Sweet Puppy Dog Eyes
Happy dogs have relaxed eyes and eyelids. They blink often and their gaze is soft, says Beth Mullen, director of behavior and training at Washington Humane Society. Narrowed eyes and a hard gaze can indicate aggression, she says, while wide eyes, particularly if they whites are showing, could mean the dog is frightened.
Ear shapes vary from breed to breed, but in general, happy dogs wear their ears in a relaxed fashion, says Mullen. One ear may be cocked up, or both may be loose and floppy. If a dog’s ears are pinned back, it could be a sign of fear or aggression, says Dr. Rachel Barrack of New York City’s Animal Acupuncture. Ears pricked forward often indicate that a dog is interested in something that is going on around them.
Happy dogs sometimes appear to smile, says Dr. Georgette Wilson, DVM, the director of scientific and regulatory affairs and resident veterinarian at Hartz. The mouth is open, and while some teeth may be visible, the animal is not baring them or curling back its lips in an aggressive manner, she says. Open mouth panting should not be confused with smiling, as this could be a sign the dog is stressed or overheated, says Barrack.
“Happy dogs wag their tails in a manner that involves the whole body,” says Barrack. If the tail wags stiffly but doesn’t shake the rest of the body, your dog may be telling you she’s alert and assessing a new situation, she says.
“If the tail wag is soft and loose and typically held in a more neutral position on the body, this is likely a happy dog,” says Wilhelm.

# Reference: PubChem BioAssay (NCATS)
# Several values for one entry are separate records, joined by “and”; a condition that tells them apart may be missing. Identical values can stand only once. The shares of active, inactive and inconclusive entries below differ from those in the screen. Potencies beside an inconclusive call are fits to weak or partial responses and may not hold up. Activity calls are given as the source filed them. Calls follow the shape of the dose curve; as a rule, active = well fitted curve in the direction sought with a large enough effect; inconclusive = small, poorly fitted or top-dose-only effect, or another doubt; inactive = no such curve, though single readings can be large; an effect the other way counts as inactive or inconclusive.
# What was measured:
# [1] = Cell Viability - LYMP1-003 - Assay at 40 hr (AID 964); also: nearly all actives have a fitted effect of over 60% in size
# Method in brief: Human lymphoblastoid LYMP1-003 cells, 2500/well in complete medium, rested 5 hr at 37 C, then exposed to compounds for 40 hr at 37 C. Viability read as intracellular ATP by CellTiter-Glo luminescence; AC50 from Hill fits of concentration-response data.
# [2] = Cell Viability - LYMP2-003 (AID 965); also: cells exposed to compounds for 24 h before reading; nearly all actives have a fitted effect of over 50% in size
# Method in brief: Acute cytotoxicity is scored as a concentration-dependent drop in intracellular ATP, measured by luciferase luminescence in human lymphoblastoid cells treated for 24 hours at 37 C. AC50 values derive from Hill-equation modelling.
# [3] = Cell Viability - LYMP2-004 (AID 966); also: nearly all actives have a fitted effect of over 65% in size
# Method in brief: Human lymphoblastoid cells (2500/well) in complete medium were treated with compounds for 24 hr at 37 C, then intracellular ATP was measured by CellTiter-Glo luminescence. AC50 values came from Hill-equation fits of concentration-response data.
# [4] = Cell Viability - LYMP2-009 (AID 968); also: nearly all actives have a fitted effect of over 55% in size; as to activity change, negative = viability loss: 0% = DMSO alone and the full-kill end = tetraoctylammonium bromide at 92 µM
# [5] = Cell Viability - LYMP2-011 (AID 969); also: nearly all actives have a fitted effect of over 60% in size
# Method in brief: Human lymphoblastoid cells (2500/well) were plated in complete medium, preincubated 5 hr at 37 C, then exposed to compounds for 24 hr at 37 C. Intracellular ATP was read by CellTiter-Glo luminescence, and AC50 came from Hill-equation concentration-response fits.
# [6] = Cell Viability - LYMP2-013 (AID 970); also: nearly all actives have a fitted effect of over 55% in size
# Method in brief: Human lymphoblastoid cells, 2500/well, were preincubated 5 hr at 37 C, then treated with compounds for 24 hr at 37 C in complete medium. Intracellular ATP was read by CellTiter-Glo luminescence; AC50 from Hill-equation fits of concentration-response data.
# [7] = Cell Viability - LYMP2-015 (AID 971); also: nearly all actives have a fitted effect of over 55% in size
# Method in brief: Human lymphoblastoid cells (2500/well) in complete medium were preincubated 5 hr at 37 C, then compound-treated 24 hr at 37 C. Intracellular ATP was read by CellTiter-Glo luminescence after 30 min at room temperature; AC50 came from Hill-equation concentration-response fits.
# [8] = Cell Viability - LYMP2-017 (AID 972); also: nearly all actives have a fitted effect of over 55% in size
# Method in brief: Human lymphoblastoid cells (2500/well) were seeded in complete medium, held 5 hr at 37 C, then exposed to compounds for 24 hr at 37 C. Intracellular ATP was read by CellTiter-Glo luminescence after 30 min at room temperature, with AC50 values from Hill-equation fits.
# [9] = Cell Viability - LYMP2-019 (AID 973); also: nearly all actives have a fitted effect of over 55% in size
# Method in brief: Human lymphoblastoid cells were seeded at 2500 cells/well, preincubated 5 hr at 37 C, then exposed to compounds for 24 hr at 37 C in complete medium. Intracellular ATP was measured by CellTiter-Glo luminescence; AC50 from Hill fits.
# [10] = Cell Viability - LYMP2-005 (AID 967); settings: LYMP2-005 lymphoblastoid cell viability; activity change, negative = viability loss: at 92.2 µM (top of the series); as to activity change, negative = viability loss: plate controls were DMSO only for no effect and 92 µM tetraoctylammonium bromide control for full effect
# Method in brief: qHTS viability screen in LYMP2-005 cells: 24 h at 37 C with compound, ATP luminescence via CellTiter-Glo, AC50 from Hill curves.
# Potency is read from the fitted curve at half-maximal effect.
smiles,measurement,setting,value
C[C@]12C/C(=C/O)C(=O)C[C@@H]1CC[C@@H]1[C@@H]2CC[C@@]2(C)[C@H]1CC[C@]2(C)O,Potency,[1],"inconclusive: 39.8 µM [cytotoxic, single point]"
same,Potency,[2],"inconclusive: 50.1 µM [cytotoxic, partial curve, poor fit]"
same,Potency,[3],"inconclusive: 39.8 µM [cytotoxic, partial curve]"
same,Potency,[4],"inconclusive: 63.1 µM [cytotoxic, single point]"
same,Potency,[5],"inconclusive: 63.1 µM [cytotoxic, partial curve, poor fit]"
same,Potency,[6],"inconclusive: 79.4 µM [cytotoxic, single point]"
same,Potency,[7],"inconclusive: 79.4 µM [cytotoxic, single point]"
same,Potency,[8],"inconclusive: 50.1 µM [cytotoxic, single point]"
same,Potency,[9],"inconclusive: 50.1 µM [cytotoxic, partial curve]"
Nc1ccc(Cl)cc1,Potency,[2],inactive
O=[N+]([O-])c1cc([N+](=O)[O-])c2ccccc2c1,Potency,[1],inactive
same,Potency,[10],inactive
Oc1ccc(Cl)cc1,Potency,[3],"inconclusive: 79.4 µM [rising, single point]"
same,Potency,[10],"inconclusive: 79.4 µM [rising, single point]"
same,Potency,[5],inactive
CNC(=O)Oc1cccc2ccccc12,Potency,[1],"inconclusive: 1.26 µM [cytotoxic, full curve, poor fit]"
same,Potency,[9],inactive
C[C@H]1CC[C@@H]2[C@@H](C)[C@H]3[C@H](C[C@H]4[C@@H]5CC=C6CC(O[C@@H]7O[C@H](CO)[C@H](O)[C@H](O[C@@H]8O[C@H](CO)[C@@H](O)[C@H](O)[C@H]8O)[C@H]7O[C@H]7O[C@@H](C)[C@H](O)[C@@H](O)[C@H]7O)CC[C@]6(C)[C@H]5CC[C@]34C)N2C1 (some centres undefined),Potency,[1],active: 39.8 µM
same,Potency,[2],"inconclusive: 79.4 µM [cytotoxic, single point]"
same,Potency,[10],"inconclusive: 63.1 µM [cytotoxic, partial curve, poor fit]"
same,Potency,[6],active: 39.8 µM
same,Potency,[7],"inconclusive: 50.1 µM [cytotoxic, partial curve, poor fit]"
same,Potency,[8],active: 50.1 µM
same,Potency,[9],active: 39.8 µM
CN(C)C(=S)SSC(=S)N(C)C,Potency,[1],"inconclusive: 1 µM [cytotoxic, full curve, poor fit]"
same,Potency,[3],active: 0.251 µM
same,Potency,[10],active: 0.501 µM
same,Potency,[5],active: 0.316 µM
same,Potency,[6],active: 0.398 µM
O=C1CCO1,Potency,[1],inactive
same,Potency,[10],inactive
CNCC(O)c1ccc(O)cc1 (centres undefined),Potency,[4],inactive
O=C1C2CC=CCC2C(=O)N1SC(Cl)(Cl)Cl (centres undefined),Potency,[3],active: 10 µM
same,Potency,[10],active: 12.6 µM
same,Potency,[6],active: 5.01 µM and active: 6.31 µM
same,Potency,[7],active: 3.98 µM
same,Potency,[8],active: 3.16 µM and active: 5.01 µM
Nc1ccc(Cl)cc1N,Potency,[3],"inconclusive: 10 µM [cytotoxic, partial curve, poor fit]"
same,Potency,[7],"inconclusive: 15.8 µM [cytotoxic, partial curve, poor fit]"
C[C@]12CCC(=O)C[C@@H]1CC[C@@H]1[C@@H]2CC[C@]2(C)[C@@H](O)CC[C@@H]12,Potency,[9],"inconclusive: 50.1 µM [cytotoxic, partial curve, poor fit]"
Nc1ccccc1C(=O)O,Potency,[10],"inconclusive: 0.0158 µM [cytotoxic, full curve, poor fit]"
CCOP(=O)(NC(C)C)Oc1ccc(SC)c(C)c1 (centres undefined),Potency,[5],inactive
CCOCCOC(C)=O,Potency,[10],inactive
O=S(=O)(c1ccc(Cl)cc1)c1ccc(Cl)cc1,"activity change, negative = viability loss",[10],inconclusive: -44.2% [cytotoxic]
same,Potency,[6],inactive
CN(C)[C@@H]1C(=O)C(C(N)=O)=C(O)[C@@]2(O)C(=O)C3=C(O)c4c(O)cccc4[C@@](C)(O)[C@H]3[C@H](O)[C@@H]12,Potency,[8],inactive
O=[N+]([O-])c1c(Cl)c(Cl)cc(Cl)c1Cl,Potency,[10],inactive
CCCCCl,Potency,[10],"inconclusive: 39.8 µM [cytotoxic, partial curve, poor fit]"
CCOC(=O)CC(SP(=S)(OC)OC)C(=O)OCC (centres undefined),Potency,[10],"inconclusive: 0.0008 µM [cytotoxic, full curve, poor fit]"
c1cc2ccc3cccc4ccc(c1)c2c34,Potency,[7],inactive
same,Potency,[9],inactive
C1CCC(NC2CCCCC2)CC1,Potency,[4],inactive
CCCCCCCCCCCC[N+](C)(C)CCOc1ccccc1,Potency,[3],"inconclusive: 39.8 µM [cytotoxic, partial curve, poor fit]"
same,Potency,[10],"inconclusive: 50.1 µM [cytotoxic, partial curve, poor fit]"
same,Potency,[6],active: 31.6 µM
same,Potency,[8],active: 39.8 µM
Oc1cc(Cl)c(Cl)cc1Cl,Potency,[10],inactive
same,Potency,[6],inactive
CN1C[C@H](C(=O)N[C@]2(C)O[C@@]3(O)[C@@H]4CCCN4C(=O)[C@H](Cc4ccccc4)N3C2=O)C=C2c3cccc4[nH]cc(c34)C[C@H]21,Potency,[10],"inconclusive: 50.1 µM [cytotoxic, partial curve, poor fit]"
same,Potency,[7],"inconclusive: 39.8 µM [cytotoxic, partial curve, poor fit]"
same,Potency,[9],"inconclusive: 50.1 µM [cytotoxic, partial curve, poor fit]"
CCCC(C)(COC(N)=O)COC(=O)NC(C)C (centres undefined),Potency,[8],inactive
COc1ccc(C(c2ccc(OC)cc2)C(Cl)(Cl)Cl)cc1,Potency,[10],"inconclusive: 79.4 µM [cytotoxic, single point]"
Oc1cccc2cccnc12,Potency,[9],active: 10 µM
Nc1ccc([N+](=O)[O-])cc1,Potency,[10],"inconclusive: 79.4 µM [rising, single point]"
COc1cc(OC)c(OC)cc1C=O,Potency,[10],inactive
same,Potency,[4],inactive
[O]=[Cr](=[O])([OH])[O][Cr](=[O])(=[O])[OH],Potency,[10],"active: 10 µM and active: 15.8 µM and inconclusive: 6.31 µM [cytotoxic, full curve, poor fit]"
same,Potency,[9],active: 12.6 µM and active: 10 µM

Content canines have good appetites, says Barrack. While not every dog is ravenous, she says, a sudden drop in appetite could be a sign something is wrong. Conversely, an unexpected increase in appetite can also be a symptom of disease.
Ever wonder why dogs stick out their tongues when they’re sleeping? Usually it’s because they’re so relaxed they can’t be bothered to keep it in their mouths, says Wilson.
Healthy, happy adult dogs usually sleep for up to 16 hours per day, says Mullen. “If your dog isn’t sleeping that much, it could be a sign of distress,” she says.
If a dog reacts to pets by staying close and even leaning in to your hand, it’s a good sign she’s enjoying the contact, says Wilhelm. Staying just out of reach or walking away could be a sign she needs more space.
A dog is telling you she’s up for fun when she play bows, says Wilhelm. In a play bow, a dog lowers her chest to the ground but keeps her rear in the air. “It's a sign that a dog is inviting play and wants to interact,” she says.
They’re Excited to See You
Happy dogs greet you at the door, get excited when you wake up, and keep an eye on you when they're playing in the dog park…unless their best canine friends are demanding all their attention, of course.